#ELTchat Summary: Revisiting Dogme – Thoughts After IATEFL & the DOGME Symposium

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Ever since the term was first appropriated by Scott Thornbury back in 2000, the subject of Dogme teaching never fails to provoke strong and healthy debate in the ELT community. The ELTchat on Wednesday 27th of April was no exception, especially since we were lucky enough to be joined by Luke Meddings, co-author of Teaching Unplugged. Also participating was Jeremy Harmer, who I think it’s fair to say is perhaps more sceptical about the Dogme approach, as well as an interesting mix of unplugged acolytes, Dogme doubters and those who just wanted to know what the fuss is all about.
Continue reading “#ELTchat Summary: Revisiting Dogme – Thoughts After IATEFL & the DOGME Symposium”

Teaching like Mike Leigh?


Watching acclaimed British film director Mike Leigh being interviewed last week, I couldn’t help but pontificate on his unique directorial style.

from Wikipedia:
Leigh uses lengthy improvisations developed over a period of weeks to build characters and storylines for his films. He starts with some sketch ideas of how he thinks things might develop, but does not reveal all his intentions with the cast who discover their fate and act out their responses as their destinies are gradually revealed.

Leigh’s vision is to depict ordinary life, “real life,” unfolding under extenuating circumstances. He makes courageous decisions to document reality.The critical scenes in the eventual story are performed and recorded in full-costumed, real-time improvisations where the actors encounter for the first time new characters, events or information which may dramatically affect their characters’ lives.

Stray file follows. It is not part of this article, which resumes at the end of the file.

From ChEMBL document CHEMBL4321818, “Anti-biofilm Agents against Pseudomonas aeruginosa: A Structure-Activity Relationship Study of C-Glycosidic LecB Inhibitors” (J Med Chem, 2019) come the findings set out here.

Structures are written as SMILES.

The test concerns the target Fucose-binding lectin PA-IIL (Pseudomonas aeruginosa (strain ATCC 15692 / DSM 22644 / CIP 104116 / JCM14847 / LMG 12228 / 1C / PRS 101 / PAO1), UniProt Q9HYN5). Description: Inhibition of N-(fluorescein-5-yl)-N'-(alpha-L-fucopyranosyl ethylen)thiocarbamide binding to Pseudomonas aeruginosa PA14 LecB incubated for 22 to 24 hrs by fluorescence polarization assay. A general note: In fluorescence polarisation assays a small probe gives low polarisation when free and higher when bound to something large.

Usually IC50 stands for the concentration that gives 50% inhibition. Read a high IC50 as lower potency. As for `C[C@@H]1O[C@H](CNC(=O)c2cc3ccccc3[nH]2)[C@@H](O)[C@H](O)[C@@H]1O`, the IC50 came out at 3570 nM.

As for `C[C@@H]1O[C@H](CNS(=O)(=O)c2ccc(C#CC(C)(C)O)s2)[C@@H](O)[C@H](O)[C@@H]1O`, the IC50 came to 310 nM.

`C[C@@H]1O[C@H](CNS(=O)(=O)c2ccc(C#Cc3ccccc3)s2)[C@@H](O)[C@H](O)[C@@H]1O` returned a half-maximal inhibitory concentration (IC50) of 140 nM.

Final filming is more traditional as definite sense of story, action and dialogue is then in place. The director reminds the cast of material from the improvisations that he hopes to capture on film.

With all this discussion about the relative merits of another film inspired EFL teqnique (teaching unplugged aka Dogme), I wondered if and how Leigh’s unique method might be translatable to the EFL world. Continue reading “Teaching like Mike Leigh?”

How I accidentally started my teaching career unplugged


If you are not familiar with the term ‘teaching unplugged’, you should read this, Scott Thornbury’s excellent article from 2001.

I arrived in Brazil in May 2006, and after some time waiting for my work visa, I started looking for teaching work. I was lucky enough to be introduced to Sara Walker (have a look at her CV and you see what I mean by lucky), who kindly made a couple of phone calls to help push me in the right direction. One of those phone calls led to my first contracted teaching job, which I’ll write about at some point in the future, and the second, to the boss of a language school, led more immediately to my first lesson. Continue reading “How I accidentally started my teaching career unplugged”